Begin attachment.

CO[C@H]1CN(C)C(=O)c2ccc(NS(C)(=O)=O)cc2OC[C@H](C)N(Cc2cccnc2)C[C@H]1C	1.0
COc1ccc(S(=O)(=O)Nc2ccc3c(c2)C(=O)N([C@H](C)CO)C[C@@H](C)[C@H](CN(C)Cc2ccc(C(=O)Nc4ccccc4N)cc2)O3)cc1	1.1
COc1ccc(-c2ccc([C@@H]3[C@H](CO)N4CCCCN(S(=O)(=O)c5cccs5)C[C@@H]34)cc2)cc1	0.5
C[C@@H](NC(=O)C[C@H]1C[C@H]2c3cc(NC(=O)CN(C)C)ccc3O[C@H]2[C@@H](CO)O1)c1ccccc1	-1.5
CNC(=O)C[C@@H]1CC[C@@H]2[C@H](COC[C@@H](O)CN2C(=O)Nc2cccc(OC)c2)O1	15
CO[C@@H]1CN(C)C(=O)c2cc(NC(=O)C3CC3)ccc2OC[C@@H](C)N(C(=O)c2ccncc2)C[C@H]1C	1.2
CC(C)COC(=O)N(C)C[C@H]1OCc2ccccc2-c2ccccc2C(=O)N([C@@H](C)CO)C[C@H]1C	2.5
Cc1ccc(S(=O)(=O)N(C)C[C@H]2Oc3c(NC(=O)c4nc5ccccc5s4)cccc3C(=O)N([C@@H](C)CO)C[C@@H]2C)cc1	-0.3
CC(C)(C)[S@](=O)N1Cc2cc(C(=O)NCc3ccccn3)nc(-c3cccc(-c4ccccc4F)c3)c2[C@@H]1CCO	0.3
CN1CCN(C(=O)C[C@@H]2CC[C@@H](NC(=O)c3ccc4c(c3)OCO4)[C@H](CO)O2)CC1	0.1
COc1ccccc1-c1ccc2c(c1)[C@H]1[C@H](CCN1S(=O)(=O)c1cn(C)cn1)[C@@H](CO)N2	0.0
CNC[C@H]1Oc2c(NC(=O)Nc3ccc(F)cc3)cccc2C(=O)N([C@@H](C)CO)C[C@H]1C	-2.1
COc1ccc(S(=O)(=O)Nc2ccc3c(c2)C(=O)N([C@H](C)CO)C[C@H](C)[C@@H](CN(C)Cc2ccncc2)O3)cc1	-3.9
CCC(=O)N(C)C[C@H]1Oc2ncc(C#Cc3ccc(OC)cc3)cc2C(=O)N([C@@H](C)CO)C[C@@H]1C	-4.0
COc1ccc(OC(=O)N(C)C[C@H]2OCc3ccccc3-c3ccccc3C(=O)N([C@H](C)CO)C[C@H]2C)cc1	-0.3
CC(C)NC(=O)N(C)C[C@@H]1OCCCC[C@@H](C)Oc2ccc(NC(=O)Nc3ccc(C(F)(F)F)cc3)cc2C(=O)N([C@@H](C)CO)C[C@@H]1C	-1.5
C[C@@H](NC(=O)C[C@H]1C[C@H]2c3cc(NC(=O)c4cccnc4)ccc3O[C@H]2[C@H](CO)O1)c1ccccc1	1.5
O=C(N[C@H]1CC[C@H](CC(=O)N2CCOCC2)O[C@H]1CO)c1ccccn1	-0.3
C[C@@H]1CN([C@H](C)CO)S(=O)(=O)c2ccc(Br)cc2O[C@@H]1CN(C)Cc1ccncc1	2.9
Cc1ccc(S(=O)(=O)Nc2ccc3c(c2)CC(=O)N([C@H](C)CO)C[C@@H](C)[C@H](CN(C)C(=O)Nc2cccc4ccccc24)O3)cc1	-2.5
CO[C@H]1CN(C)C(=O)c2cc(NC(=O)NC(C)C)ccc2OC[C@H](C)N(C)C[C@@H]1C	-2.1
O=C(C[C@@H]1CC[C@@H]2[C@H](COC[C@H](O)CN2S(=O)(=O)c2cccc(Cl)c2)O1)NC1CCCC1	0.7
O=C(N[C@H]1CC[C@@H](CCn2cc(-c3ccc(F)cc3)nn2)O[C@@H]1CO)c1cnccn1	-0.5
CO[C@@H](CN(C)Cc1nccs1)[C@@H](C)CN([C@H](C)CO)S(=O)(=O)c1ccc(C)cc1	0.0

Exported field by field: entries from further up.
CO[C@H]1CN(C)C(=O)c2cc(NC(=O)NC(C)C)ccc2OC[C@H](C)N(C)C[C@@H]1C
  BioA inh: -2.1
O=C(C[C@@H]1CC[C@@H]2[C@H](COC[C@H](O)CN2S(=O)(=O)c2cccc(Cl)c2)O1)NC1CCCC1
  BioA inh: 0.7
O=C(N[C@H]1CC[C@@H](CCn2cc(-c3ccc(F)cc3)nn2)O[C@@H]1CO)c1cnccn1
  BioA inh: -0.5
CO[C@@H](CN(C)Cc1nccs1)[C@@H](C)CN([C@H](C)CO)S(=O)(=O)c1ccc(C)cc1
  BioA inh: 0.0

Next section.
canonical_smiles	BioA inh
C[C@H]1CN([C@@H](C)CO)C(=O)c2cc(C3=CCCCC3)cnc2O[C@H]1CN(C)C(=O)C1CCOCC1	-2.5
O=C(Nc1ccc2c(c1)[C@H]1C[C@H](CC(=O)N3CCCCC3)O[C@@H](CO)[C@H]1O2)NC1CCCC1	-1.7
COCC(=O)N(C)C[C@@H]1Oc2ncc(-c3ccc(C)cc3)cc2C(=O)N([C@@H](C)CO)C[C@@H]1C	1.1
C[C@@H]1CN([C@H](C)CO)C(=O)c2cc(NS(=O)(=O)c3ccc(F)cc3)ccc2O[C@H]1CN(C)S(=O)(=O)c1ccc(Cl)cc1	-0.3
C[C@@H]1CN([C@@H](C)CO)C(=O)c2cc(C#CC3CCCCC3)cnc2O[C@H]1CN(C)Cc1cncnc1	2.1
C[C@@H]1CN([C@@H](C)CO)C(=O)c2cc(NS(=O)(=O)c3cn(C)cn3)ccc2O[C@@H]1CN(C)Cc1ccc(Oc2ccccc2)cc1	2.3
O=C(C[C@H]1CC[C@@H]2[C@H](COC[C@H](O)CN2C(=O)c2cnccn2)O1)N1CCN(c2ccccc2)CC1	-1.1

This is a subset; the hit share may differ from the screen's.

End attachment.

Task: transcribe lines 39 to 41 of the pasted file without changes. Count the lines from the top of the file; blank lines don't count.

C[C@@H]1CN([C@H](C)CO)C(=O)c2cc(NS(=O)(=O)c3ccc(F)cc3)ccc2O[C@H]1CN(C)S(=O)(=O)c1ccc(Cl)cc1	-0.3
C[C@@H]1CN([C@@H](C)CO)C(=O)c2cc(C#CC3CCCCC3)cnc2O[C@H]1CN(C)Cc1cncnc1	2.1
C[C@@H]1CN([C@@H](C)CO)C(=O)c2cc(NS(=O)(=O)c3cn(C)cn3)ccc2O[C@@H]1CN(C)Cc1ccc(Oc2ccccc2)cc1	2.3